One reason for the fascination of Woody Allen’s "Match Point" is that each and every character is rotten. This is a thriller not about good versus evil, but about various species of evil engaged in a struggle for survival of the fittest — or, as the movie makes clear, the luckiest. "I’d rather be lucky than good," Chris, the tennis pro from Ireland, tells us as the movie opens, and we see a tennis ball striking the net – it is pure luck which side it falls on. Chris’ own good fortune depends on just such a lucky toss of a coin…Let us talk instead in terms of the underlying philosophical issues. To what degree are we prepared to set aside our moral qualms in order to indulge in greed and selfishness? I have just finished re-reading The Wings of the Dove, by Henry James, in which a young man struggles heroically with just such a question. He is in love with a young woman he cannot afford to marry, and a rich young heiress is under the impression he is in love with her. The heiress is dying. Everyone advises him he would do her a great favor by marrying her, and after her death, inheriting her wealth, he could afford to marry the woman he loves. But isn’t this unethical? No one has such moral qualms in Allen’s film, not even sweet Chloe, who essentially has her daddy buy Chris for her. The key question facing the major players is: Greed, or lust? How tiresome to have to choose…Without saying why, let me say that fear also enters into the equation. In a moral universe, it would be joined by guilt, but not here. The fear is that in trying to satisfy both greed and lust, a character may have to lose both, which would be a great inconvenience. At one point this character sees a ghost, but this is not Hamlet’s father, crying for revenge; this ghost drops by to discuss loopholes in a "perfect crime." The movie is more about plot and moral vacancy than about characters, and so Allen uses type-casting to quickly establish the characters and set them to their tasks of seduction, deception, lying and worse. Meyers has a face that can express crafty desire, which is not pure lust but more like lust transformed by quick strategic calculations. Matthew Goode, as his rich friend, is clueless almost as an occupation. Emily Mortimer plays a character incapable of questioning her own happiness, no matter how miserable it should make her. Scarlett Johansson’s visiting American has been around the block a few times, but like all those poor American girls in Henry James, she is helpless when the Brits go to work on her. She has some good dialogue in the process. (available on iTunes)    


"Alps" is a film peculiar beyond all understanding, based on a premise that begs belief. It takes itself with agonizing seriousness, and although it has the form of a parable, I am at a loss to guess its meaning. Yet I was drawn hypnotically into the weirdness…"Alps" is the new film by the Greek director Giorgos Lanthimos, whose "Dogtooth" shook up Cannes in 2009. That was the film where control-freak parents contain their children within a walled garden and further isolate them from the world by teaching them the incorrect words for things. A Lanthimos film is like a test tube for life, in which the activity depends on what specific ingredients have been introduced. Although "Alps" is provocative and challenging, it is so completely self-contained that it has no particular emotional payoff. There is no greater world in which to evaluate its contents. When mourners are comforted by therapists who propose to represent the loved one, you’d think deep feelings would be stirred up. But "Alps" has the effect of a sterile exercise. (available on iTunes and Netflix)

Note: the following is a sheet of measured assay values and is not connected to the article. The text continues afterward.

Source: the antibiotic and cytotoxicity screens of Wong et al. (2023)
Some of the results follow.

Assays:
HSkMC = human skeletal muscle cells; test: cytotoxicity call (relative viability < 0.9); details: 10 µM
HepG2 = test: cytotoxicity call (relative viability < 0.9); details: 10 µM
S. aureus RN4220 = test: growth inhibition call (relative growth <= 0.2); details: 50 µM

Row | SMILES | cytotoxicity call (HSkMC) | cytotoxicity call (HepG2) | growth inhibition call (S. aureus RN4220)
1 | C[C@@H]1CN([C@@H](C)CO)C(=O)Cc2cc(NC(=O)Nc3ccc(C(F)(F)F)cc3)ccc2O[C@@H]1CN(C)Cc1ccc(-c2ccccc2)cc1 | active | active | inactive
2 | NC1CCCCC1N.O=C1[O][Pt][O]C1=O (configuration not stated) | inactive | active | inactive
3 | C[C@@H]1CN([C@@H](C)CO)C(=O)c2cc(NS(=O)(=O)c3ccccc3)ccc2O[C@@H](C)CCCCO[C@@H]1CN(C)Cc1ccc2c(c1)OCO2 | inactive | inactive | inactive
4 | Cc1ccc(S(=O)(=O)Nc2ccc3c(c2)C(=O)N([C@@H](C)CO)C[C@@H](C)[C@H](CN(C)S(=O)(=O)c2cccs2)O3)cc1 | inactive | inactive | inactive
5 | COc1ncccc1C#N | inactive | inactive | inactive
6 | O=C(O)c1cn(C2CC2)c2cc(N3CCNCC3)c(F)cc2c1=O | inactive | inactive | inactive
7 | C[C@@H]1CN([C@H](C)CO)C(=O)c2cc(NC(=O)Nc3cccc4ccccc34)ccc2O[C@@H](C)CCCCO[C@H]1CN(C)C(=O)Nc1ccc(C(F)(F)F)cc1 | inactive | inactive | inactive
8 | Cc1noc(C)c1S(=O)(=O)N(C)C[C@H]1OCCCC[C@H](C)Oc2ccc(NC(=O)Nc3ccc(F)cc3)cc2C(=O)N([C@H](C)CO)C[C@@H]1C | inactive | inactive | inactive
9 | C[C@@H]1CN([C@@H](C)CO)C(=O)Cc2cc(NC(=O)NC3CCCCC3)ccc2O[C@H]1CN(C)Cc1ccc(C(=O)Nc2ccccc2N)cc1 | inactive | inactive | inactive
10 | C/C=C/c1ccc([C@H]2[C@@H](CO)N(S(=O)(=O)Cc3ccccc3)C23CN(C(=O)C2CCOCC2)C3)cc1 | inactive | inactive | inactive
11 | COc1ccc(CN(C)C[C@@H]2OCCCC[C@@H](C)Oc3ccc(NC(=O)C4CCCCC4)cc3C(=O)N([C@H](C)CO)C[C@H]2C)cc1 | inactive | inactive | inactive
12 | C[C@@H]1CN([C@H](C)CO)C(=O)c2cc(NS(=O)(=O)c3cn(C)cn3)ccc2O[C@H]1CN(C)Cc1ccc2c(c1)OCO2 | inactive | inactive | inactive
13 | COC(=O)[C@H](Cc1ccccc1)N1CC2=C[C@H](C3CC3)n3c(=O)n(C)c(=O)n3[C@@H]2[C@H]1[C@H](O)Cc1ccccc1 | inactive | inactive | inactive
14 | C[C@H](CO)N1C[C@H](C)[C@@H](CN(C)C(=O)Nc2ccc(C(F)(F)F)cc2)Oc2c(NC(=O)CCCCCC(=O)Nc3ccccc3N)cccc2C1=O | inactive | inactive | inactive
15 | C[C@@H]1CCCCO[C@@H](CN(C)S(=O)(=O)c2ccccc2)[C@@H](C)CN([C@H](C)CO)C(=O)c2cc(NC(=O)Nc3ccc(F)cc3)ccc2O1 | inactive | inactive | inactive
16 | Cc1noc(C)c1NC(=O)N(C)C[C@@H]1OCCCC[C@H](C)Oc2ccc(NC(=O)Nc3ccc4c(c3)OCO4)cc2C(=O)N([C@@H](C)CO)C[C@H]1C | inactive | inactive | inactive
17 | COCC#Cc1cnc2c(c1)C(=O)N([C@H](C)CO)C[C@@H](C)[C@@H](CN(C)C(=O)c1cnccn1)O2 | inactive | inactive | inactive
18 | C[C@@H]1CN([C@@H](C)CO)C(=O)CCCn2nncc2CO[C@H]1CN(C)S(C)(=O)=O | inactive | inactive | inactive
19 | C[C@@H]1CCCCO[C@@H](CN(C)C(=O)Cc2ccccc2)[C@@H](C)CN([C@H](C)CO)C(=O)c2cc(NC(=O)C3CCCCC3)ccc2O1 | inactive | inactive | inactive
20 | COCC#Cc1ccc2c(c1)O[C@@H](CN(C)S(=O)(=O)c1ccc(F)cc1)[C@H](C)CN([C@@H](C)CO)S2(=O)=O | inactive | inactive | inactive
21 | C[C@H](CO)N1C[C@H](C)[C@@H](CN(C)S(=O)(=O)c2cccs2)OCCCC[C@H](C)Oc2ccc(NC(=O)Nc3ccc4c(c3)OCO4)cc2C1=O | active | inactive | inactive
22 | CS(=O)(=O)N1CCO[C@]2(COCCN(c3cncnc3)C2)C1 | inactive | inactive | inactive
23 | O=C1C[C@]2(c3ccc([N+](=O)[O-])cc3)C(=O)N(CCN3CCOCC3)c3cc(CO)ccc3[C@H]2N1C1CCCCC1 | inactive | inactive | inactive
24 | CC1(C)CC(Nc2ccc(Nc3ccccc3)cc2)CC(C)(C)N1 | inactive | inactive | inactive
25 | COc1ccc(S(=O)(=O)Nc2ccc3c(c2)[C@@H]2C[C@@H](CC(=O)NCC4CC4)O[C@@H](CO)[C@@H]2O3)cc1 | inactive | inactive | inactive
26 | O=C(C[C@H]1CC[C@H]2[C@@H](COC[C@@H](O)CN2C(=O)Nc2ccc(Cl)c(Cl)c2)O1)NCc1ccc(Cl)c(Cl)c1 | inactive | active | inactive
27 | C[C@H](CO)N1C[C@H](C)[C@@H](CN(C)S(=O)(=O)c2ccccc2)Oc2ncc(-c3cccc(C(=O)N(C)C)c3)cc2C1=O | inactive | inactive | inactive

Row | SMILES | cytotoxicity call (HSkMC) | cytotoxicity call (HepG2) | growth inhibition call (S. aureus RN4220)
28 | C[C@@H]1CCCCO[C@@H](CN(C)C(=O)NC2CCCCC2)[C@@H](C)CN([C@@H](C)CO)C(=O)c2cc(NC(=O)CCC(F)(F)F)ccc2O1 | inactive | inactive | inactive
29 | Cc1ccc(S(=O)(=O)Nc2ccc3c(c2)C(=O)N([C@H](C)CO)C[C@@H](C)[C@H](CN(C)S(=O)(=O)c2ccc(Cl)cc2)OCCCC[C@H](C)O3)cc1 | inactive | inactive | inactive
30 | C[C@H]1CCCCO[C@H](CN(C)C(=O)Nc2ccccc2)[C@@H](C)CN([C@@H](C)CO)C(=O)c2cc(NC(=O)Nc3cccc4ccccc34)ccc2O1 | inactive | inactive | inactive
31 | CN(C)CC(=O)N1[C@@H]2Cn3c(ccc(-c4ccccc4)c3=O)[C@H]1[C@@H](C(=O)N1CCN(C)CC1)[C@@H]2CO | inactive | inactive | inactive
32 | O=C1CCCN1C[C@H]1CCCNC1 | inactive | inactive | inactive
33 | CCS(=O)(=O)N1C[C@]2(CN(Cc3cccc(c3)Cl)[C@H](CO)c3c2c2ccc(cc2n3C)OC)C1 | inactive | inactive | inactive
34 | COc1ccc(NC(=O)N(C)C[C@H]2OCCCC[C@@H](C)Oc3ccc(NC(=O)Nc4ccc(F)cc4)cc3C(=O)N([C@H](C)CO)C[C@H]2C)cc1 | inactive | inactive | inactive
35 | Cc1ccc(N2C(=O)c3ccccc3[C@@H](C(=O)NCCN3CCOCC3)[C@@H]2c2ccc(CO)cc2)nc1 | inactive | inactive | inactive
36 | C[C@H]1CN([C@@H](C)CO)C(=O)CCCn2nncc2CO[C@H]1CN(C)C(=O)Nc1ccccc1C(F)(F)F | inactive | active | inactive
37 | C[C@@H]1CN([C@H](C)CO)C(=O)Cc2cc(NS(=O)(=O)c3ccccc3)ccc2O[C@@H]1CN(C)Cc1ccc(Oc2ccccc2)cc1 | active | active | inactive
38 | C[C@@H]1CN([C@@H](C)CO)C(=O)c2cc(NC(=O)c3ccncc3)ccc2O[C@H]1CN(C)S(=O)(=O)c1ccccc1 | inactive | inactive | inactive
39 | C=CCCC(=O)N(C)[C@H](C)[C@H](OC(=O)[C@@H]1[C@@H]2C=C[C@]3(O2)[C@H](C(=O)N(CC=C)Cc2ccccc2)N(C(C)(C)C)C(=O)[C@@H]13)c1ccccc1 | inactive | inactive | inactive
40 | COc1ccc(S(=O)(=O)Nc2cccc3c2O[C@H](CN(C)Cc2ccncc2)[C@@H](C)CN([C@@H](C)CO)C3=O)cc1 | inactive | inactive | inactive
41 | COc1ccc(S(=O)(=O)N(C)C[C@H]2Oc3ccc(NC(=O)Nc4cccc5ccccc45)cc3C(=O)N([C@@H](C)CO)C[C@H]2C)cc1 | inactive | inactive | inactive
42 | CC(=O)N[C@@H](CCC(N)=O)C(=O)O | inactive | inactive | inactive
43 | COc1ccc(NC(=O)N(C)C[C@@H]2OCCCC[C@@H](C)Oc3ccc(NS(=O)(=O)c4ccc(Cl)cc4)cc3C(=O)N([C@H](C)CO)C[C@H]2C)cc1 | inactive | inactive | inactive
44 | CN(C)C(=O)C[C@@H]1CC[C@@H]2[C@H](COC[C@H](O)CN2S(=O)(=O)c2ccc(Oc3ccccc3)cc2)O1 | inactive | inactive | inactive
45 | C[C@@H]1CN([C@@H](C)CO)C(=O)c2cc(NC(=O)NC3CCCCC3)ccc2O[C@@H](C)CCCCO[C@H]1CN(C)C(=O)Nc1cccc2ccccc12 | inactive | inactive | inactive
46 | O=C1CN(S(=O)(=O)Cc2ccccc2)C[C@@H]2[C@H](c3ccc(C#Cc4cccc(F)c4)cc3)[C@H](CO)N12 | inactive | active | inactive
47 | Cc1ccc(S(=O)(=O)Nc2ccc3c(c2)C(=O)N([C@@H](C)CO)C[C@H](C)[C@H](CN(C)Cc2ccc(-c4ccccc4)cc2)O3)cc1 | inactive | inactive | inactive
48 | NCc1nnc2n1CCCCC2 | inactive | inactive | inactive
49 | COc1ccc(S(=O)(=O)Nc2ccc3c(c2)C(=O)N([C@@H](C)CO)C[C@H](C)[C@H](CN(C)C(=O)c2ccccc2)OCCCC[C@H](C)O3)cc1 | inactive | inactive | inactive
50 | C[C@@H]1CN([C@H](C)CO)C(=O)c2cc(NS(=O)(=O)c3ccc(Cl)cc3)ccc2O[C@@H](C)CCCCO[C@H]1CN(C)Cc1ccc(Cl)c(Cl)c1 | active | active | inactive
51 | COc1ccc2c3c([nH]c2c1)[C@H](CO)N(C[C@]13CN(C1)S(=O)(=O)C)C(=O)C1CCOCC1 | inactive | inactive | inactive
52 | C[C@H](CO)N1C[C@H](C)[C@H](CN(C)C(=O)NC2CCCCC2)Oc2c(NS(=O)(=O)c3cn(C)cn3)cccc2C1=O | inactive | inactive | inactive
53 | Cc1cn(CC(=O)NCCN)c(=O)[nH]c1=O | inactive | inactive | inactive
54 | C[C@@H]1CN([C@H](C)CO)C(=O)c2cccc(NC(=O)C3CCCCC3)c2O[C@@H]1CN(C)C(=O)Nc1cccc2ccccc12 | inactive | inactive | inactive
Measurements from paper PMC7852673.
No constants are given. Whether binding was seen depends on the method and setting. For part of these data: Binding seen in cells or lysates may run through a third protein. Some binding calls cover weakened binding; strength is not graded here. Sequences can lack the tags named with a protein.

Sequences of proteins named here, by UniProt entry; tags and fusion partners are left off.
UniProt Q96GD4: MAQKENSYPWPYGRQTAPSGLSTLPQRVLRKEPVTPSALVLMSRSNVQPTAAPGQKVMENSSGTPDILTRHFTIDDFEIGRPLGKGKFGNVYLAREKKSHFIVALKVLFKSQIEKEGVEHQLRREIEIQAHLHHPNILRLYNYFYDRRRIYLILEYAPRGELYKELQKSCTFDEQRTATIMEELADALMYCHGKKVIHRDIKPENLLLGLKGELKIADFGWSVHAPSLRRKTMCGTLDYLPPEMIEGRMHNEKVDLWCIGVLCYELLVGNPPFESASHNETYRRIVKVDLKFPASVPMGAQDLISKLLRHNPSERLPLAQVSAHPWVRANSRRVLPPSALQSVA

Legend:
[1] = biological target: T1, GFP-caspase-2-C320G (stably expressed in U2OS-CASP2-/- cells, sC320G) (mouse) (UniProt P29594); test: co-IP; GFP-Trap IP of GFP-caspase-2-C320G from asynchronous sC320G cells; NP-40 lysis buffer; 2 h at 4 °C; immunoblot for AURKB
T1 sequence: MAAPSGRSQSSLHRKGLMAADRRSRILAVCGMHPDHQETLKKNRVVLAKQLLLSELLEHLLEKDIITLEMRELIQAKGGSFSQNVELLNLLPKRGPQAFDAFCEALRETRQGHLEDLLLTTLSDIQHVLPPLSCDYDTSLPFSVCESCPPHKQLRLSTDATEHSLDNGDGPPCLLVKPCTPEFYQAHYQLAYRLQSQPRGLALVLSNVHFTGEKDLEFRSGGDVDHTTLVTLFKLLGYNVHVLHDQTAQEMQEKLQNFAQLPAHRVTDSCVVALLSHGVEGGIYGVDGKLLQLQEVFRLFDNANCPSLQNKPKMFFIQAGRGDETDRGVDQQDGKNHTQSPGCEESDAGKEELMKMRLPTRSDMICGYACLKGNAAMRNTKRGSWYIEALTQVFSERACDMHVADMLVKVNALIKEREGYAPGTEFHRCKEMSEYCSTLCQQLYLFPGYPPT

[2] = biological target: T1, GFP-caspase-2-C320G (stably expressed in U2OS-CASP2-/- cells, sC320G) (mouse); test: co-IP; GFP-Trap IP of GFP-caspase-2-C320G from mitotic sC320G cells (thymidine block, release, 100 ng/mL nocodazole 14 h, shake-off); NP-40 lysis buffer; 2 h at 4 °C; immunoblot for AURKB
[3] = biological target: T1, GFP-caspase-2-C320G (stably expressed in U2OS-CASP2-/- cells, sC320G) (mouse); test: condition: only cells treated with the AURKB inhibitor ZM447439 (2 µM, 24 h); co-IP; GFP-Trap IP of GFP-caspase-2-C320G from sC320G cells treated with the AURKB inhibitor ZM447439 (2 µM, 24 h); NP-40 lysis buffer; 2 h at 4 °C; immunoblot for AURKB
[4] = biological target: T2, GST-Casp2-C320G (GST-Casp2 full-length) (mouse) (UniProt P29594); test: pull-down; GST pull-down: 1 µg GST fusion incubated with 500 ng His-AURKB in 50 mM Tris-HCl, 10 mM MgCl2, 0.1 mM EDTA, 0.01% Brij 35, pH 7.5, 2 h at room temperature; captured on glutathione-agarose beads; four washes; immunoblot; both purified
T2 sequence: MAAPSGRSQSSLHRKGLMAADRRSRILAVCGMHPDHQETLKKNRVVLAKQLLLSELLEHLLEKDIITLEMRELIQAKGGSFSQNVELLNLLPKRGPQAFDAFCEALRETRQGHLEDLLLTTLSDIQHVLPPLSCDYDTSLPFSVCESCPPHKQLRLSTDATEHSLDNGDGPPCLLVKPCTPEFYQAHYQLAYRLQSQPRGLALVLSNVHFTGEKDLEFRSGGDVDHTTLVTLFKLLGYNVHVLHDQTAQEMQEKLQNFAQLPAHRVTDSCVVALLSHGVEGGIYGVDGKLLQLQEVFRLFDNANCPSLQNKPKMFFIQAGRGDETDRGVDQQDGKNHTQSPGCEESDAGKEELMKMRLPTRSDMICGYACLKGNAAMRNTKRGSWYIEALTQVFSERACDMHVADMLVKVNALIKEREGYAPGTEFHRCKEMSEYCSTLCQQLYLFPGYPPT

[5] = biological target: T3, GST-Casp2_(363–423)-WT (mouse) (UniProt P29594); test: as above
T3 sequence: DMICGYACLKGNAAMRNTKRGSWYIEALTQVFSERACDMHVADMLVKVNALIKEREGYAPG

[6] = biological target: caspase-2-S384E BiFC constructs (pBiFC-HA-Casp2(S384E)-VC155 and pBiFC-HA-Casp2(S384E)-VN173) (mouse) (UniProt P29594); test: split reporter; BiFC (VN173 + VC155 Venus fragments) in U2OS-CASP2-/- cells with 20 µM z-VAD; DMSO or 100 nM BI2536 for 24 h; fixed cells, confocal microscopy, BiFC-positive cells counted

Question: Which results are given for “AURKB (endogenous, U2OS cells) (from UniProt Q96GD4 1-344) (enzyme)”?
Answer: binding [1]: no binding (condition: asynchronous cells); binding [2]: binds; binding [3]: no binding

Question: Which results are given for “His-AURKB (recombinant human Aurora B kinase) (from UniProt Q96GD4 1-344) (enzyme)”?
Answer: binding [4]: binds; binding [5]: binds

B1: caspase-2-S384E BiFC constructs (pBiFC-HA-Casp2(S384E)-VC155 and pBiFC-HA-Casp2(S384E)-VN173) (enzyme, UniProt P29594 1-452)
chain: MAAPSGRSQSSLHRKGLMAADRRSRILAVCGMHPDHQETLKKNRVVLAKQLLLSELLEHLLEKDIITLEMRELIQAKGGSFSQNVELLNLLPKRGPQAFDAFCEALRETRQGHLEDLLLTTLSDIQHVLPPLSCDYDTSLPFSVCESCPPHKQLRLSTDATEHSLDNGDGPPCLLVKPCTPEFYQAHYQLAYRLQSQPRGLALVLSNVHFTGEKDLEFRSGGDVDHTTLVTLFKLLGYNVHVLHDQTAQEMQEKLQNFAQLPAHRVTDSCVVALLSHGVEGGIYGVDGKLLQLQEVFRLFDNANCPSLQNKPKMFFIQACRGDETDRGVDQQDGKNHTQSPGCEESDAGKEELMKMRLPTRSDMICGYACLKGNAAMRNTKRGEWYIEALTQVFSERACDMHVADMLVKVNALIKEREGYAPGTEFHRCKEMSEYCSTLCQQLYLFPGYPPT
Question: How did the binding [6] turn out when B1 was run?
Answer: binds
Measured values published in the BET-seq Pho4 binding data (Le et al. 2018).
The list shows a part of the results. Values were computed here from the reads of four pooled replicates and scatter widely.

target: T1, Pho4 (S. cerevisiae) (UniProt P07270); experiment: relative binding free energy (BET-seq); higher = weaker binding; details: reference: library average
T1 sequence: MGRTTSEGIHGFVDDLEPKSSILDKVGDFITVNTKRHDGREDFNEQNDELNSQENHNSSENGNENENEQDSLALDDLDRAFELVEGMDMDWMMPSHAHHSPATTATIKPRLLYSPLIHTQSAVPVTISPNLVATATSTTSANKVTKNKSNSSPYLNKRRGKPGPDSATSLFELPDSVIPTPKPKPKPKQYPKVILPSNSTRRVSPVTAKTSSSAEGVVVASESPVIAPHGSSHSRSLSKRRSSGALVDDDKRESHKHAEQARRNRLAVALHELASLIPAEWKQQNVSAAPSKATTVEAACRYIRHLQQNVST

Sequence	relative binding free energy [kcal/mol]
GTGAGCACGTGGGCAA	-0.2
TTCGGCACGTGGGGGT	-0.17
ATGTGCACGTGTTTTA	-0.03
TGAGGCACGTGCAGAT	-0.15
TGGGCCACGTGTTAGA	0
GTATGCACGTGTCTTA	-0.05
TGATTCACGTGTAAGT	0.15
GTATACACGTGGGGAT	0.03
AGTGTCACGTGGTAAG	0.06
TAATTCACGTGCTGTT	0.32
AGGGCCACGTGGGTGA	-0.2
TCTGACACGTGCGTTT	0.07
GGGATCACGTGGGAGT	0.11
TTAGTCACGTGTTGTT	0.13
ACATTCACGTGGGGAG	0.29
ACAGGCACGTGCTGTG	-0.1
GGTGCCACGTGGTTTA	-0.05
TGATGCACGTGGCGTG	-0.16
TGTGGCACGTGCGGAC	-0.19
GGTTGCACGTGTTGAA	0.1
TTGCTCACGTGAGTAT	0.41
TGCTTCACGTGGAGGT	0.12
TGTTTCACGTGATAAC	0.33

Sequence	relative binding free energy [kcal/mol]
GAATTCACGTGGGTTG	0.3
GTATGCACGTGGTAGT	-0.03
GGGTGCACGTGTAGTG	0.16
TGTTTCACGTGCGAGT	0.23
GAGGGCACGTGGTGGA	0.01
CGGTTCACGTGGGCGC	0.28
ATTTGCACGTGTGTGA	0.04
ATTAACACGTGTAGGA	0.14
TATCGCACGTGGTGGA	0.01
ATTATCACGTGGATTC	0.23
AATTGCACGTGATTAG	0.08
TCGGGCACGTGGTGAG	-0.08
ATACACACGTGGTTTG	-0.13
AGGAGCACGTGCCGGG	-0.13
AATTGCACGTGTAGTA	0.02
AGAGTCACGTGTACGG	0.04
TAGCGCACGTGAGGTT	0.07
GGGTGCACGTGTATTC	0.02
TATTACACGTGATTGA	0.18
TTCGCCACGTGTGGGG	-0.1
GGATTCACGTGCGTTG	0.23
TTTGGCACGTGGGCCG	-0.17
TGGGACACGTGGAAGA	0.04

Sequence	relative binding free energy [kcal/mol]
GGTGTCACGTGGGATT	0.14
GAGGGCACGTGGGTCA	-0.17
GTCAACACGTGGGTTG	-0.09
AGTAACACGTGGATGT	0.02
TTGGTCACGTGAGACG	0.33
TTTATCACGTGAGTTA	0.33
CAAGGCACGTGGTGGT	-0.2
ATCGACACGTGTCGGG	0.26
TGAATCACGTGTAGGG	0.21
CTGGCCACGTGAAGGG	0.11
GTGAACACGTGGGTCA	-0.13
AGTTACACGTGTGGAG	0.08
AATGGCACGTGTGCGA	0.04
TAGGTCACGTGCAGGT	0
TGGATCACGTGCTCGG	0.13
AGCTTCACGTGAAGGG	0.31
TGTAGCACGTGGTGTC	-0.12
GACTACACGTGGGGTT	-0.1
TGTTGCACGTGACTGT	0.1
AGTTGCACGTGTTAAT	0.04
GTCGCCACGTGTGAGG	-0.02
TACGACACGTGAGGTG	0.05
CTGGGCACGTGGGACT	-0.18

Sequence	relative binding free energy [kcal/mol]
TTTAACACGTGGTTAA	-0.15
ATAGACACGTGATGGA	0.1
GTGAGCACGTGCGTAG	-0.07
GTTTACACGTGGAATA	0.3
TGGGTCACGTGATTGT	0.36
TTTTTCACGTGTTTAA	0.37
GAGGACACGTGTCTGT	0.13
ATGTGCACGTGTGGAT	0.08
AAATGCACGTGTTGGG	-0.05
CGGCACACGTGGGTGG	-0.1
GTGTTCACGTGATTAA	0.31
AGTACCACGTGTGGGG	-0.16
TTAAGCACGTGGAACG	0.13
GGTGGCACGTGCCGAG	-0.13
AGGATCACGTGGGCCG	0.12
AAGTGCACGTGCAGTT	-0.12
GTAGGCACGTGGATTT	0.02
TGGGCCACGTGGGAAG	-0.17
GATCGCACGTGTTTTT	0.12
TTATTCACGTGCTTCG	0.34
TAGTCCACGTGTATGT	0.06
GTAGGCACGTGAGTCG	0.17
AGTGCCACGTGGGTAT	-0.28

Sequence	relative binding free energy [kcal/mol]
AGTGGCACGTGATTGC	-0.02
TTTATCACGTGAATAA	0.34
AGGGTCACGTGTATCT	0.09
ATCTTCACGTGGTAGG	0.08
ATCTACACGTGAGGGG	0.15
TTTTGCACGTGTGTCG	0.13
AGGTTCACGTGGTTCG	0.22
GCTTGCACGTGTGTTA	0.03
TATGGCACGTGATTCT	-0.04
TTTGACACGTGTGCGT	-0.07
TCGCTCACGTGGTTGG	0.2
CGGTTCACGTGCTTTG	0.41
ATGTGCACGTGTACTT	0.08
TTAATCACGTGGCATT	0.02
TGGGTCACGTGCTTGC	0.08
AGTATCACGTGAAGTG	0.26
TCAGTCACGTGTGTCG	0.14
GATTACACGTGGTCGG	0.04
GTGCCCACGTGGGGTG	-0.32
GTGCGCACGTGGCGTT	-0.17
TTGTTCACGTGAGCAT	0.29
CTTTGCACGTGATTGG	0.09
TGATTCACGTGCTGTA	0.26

Cinema Paradiso

Tornatore’s movie is a reminder of the scenes in Truffaut’s "Day for Night," where the young boy steals a poster of "Citizen Kane." We understand that the power of the screen can compensate for a deprived life and that young Salvatore is not apprenticing himself to a projectionist, but to the movies. Once that idea has been established, the film begins to reach for its effects, and there is one scene in particular – a fire in the booth – that has the scent of desperation about it, as if Tornatore despaired of his real story and turned to melodrama. Yet anyone who loves movies is likely to love "Cinema Paradiso," and there is one scene where the projectionist finds that he can reflect the movie out of the window in his booth and out across the town square so that the images can float on a wall, there in the night above the heads of the people. I saw a similar thing happen one night in Venice in 1972 when they showed Chaplin’s "City Lights" in the Piazza San Marco to more than 10,000 people, and it was then I realized the same thing this movie argues: Yes, it is tragic that the big screen has been replaced by the little one. But the real shame is that the big screens did not grow even bigger, grow so vast they were finally on the same scale as the movies they were reflecting. (available on iTunes and Netflx)

Emily Wells on Creating ‘Mama Acoustic Recordings’ + Watch Her Beautiful New Video for ‘Darlin’

Multi-instrumentalist, singer, producer, and all-around wonderful human being Emily Wells has emerged in recent years as a fascinating new talent whose work is a varied array of musical wonder. Mixing everything from classical instrumentation with synth beats to hip-hop loops and acoustic folk songs, Wells not only produces her own music, but has been in high demand from artists and filmmakers around the world. Most recently, she collaborated with the iconic and brilliant Clint Mansell, for the soundtrack to Park Chan-wook’s Stoker